Examine files in transit from pcap files in Linux

In order for us to have a friendly interface for analizing network capture files (pcap), it’s very useful to have monitoring tools like Network Miner, which lets us extract the data in transit as it happened at the time of the capture. It also allows us to “sniff” communications in real time but for this time we will only be using it for reading an already existing .pcap file.

What is Network Miner anyways? From the official site:

NetworkMiner is an open source Network Forensic Analysis Tool (NFAT) for Windows (but also works in Linux / Mac OS X / FreeBSD). NetworkMiner can be used as a passive network sniffer/packet capturing tool in order to detect operating systems, sessions, hostnames, open ports etc. without putting any traffic on the network. NetworkMiner can also parse PCAP files for off-line analysis and to regenerate/reassemble transmitted files and certificates from PCAP files.

For this demo I was using a Debian distribution, and the process may be slightly different if you decide to use other distro, so the instructions for downloading and installing the required tools will be provided directly from the official pages.

First, since NetworkMiner is a Windows tool, we will need a useful .Net framework called “Mono”, capable of running our program in our Linux OS. Maybe it’s also possible to do this with “wine” if you already have it installed, but I am not that familiar with it. Let me know if this was the case and it worked for you.

Step 1: For installing mono

Download and install instructions for mono here

Follow the instructions and from here on the rest of the setup is pretty straightforward.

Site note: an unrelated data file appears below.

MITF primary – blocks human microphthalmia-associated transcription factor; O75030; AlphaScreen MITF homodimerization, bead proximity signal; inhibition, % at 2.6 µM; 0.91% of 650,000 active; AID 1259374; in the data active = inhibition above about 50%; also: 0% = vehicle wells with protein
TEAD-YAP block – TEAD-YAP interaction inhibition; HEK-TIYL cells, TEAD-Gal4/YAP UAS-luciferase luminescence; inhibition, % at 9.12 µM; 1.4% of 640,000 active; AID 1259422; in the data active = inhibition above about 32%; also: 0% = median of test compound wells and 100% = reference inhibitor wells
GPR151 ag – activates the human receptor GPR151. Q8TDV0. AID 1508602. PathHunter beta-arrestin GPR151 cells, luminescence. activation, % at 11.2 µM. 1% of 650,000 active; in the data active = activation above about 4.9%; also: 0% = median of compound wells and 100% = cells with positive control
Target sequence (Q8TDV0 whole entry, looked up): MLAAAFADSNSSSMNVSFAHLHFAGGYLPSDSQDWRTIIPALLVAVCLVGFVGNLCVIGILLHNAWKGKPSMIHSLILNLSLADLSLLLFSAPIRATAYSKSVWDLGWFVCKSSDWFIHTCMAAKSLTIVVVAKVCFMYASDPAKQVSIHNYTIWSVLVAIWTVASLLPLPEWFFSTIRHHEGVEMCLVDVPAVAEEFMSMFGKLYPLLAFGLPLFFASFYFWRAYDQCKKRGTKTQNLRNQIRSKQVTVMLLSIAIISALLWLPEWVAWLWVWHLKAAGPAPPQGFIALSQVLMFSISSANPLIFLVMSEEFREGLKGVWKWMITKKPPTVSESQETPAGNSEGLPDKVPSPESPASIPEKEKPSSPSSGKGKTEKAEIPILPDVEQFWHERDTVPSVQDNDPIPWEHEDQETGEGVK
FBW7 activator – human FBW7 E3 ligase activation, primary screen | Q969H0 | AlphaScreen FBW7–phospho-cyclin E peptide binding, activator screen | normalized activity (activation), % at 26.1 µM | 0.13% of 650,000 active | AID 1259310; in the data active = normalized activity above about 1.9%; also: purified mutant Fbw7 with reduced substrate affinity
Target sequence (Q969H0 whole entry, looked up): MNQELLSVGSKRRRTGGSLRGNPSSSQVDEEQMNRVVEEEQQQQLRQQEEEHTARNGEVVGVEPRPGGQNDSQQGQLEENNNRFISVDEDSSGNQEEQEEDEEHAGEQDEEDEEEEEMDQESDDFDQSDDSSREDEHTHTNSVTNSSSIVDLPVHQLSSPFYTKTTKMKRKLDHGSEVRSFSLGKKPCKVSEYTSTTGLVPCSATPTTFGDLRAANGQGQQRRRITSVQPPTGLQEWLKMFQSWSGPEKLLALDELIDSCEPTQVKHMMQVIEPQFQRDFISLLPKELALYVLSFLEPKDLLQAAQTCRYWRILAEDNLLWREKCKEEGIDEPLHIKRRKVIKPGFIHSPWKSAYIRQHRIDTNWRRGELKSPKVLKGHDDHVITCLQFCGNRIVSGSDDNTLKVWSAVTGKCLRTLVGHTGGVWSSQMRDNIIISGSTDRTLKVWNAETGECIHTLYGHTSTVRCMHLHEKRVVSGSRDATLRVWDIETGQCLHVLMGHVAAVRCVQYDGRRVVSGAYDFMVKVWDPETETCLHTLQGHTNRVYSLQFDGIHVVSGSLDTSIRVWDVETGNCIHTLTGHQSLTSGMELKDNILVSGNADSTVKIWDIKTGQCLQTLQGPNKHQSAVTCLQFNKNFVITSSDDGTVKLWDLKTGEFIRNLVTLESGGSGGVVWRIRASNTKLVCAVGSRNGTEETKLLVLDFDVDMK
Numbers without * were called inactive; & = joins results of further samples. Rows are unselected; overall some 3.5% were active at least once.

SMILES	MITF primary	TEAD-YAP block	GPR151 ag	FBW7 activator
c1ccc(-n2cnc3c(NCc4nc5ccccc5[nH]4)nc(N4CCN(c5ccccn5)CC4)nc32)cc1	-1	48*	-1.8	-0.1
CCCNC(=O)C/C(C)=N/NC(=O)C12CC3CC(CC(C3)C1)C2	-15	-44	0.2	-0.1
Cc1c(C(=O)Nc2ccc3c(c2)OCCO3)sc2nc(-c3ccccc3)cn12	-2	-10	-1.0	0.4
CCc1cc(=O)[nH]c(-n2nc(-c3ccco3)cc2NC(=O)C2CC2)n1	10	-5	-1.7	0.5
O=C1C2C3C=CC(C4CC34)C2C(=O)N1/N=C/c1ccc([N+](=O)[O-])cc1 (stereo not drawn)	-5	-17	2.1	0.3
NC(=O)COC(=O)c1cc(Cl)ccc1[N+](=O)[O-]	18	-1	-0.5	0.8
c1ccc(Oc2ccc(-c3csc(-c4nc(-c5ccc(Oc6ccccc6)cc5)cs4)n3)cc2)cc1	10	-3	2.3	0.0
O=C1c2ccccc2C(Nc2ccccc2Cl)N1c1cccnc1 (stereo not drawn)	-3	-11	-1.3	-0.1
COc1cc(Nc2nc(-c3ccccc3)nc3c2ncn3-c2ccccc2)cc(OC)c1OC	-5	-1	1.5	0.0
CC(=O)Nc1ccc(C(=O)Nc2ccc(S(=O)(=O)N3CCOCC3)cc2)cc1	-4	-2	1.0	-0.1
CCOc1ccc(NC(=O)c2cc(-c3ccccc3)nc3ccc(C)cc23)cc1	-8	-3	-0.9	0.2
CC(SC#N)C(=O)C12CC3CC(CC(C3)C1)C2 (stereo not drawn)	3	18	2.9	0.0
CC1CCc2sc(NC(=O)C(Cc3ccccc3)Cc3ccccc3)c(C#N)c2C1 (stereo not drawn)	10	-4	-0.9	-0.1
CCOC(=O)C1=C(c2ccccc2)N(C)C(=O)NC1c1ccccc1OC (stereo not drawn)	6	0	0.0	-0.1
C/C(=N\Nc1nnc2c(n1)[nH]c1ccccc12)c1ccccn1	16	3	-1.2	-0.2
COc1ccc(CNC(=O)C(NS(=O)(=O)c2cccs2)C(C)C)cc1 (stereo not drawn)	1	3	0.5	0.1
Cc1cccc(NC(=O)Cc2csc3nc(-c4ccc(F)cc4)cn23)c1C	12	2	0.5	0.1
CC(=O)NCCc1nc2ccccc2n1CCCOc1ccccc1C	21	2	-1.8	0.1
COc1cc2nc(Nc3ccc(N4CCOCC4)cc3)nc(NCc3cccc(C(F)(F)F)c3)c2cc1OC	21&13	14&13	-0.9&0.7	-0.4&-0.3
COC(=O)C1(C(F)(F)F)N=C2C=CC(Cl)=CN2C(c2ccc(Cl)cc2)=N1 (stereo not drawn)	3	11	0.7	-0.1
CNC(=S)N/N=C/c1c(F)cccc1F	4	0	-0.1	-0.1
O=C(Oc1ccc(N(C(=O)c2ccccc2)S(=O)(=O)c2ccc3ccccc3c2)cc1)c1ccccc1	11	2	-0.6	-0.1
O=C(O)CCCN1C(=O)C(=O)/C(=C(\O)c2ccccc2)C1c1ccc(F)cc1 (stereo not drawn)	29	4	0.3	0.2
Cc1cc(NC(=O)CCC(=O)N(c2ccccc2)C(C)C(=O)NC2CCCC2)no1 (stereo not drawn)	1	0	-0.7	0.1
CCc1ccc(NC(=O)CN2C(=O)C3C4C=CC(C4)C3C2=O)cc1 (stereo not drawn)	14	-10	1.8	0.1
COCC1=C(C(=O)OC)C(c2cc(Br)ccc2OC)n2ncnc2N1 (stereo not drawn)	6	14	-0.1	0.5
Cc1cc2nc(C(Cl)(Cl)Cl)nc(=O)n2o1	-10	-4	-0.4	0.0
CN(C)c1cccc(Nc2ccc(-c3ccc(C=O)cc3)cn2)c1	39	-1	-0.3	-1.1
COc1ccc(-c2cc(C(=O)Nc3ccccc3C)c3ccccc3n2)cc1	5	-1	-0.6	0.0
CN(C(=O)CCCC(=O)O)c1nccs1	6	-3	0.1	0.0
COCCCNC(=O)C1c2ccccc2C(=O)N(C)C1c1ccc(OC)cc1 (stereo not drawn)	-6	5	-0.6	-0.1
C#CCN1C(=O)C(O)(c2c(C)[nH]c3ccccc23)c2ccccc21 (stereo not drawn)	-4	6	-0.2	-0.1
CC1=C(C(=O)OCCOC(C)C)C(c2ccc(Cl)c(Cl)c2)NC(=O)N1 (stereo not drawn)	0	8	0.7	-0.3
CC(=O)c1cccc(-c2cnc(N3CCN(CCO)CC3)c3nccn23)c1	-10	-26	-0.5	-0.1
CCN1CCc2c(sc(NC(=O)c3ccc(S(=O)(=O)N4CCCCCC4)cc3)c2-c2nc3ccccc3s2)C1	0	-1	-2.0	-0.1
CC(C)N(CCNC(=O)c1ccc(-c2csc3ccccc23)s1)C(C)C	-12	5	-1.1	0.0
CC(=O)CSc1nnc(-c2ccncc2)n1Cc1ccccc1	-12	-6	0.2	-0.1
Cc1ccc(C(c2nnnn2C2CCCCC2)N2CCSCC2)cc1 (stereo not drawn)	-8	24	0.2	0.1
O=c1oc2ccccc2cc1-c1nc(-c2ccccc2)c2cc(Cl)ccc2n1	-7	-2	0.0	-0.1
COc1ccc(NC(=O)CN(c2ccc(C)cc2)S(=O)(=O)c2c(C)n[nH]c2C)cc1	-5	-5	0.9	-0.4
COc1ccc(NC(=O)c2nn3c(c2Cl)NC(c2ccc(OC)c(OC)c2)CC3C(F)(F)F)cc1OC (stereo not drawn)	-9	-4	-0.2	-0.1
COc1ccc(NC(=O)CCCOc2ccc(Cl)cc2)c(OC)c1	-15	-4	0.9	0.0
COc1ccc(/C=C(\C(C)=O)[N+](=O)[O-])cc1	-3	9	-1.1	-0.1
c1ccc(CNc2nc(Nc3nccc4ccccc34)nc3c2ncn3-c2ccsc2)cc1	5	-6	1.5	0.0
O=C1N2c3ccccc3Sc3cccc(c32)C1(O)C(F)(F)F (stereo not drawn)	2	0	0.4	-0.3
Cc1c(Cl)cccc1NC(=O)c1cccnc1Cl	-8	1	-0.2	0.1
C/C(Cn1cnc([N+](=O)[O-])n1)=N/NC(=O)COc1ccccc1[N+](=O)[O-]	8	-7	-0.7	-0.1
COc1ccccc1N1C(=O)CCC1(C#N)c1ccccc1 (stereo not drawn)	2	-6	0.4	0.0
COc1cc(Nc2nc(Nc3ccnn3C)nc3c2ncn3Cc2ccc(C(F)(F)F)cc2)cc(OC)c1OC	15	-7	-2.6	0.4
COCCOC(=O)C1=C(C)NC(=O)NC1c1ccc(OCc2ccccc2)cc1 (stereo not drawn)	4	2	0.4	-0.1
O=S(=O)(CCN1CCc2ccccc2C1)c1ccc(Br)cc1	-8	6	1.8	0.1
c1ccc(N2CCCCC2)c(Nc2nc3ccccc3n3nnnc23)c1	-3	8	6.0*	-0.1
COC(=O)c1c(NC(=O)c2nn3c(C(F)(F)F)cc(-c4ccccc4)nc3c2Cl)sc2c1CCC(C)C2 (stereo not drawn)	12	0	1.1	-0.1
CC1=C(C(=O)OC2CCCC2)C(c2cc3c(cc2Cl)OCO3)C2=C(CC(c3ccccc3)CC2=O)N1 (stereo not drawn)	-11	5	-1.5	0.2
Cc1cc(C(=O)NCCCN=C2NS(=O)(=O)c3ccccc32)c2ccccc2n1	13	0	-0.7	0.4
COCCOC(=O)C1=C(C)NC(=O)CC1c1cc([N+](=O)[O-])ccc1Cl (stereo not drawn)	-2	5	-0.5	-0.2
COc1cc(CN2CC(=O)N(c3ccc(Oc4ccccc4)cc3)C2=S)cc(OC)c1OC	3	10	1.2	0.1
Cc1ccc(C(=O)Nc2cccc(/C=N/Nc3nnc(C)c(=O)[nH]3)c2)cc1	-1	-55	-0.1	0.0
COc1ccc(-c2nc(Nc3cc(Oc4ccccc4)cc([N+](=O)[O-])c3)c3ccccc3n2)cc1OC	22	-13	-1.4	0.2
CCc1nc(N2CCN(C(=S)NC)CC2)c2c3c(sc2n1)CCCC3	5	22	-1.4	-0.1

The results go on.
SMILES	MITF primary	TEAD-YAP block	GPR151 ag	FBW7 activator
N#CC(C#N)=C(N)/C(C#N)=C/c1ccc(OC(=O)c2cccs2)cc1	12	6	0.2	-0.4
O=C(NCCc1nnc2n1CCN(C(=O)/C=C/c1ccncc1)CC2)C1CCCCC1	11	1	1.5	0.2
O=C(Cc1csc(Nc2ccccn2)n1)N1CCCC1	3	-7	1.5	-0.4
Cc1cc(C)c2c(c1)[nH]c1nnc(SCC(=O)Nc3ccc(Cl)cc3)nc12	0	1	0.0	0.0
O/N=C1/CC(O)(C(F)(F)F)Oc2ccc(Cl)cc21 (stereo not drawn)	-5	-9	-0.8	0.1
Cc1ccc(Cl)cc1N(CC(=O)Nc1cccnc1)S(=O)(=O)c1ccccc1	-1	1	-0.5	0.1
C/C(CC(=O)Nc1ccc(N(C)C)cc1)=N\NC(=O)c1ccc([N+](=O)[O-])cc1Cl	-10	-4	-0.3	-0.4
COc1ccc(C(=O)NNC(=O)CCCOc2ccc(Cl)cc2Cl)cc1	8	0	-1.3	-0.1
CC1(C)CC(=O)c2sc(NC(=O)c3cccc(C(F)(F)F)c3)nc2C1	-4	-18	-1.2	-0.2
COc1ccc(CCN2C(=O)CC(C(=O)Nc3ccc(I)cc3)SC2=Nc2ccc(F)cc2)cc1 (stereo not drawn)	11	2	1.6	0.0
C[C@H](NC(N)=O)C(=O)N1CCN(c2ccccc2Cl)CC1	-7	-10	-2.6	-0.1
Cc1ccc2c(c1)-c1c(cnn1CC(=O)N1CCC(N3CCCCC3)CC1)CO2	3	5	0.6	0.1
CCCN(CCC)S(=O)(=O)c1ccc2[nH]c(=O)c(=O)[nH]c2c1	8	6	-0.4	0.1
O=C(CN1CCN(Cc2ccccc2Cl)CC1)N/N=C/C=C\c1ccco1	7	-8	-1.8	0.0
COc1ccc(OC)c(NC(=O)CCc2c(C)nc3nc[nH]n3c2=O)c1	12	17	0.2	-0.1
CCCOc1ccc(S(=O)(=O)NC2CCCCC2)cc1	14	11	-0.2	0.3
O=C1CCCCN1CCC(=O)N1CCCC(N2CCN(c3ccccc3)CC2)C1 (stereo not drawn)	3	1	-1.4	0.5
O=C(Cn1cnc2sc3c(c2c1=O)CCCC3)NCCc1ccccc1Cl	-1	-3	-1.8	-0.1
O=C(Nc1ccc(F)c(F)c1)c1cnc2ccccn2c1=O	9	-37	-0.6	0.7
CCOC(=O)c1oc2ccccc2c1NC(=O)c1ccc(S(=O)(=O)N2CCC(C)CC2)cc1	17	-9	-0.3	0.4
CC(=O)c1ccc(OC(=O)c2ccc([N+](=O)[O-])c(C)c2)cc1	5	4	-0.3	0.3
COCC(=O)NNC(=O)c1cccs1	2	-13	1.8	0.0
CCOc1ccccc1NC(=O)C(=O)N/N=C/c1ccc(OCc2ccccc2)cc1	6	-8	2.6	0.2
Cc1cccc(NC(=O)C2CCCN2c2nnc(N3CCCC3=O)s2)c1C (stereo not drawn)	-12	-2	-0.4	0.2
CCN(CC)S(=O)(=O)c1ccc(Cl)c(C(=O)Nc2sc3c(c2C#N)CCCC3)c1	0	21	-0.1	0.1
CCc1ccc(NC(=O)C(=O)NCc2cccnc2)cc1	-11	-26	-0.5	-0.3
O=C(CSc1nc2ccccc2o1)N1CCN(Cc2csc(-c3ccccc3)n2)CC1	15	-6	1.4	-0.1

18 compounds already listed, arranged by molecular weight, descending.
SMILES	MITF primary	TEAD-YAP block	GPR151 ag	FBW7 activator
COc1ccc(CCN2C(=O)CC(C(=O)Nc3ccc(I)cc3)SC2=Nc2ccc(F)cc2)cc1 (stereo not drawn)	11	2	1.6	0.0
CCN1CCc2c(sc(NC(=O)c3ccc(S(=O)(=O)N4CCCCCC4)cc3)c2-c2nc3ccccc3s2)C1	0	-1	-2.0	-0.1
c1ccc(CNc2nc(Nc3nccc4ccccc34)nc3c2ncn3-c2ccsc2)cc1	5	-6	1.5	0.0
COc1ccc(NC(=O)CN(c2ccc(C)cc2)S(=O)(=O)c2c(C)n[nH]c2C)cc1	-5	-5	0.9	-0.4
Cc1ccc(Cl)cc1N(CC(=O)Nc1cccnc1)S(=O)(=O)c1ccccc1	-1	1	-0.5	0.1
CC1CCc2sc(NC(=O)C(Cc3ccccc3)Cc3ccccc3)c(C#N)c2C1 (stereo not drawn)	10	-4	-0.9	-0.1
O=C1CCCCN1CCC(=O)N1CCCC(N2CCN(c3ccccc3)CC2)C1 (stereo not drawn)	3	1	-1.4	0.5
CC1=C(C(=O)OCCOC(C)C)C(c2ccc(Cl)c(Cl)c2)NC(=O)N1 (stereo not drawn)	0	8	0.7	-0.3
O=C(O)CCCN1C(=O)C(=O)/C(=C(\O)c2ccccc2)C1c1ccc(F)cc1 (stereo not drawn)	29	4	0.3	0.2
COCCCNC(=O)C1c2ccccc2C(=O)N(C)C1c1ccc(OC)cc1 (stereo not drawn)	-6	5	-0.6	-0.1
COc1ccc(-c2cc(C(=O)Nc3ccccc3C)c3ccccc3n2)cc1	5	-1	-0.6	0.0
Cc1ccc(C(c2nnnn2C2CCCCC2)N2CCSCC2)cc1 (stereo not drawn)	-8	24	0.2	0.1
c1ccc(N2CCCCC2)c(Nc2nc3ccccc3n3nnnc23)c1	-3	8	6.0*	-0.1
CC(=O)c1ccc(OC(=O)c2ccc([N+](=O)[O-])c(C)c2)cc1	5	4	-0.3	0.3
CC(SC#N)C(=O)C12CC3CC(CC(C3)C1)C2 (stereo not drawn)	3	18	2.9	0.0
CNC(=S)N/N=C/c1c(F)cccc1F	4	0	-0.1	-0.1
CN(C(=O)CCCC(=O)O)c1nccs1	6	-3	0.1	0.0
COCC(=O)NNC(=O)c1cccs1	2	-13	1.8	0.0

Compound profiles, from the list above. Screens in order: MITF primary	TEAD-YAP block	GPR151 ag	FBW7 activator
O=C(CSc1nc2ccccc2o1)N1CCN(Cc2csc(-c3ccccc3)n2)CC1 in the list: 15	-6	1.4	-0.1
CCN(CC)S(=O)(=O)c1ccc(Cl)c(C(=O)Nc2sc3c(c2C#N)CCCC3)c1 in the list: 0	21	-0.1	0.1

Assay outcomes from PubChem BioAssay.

Step 2: Installing Network Miner

Download page for Network Miner here

Once the initial setup files are downloaded, we will need to unzip the contents, and run our new mono tool to execute the setup, and depending on your file paths, the command would look something like this:

$ unzip networkminer.zip
$ mono /path/networkminersetup.exe

And voilΓ , you should be having a windows setup screen for Network Miner installation. Follow up on the instructions and one we’re done with that, let’s just run NetworkMiner, again with mono:

$ mono /path/networkminer.exe /path/packetcapture.pcap

This last argument which is the path to the pcap file we want to open is optional, and we can also just run the program without opening any file just yet, and then manually open it using the GUI, it makes no difference.

For more information about the installation, direct from the official netresec site:

https://www.netresec.com/?page=Blog&month=2014-02&post=HowTo-install-NetworkMiner-in-Ubuntu-Fedora-and-Arch-Linux

Now we can start extracting valuable information from packet captures. And, since this tool was made by security professionals, there are a couple options we can take advantage of, if we are doing forensics analysis work. There may be many more, but as an example, we can extract suspicious file hashes, direct IP addresses/domains, digital certificates and even some credentials if it was the case at the time of the data capture.

Here we have excelent use samples for Network Miner from the official site:

https://www.netresec.com/?page=Resources


Written By

Argandov

Cybersecurity professional and IT enthusiast with a passion for technology, music, personal growth, and Eastern philosophy. Transitioned from mechanical engineering to IT in 2020, with a full-time interest in Technology, Cybersecurity and recent advances in AI. Seeks to integrate eastern philosophy, mindfulness and a growth mindset into daily life and work.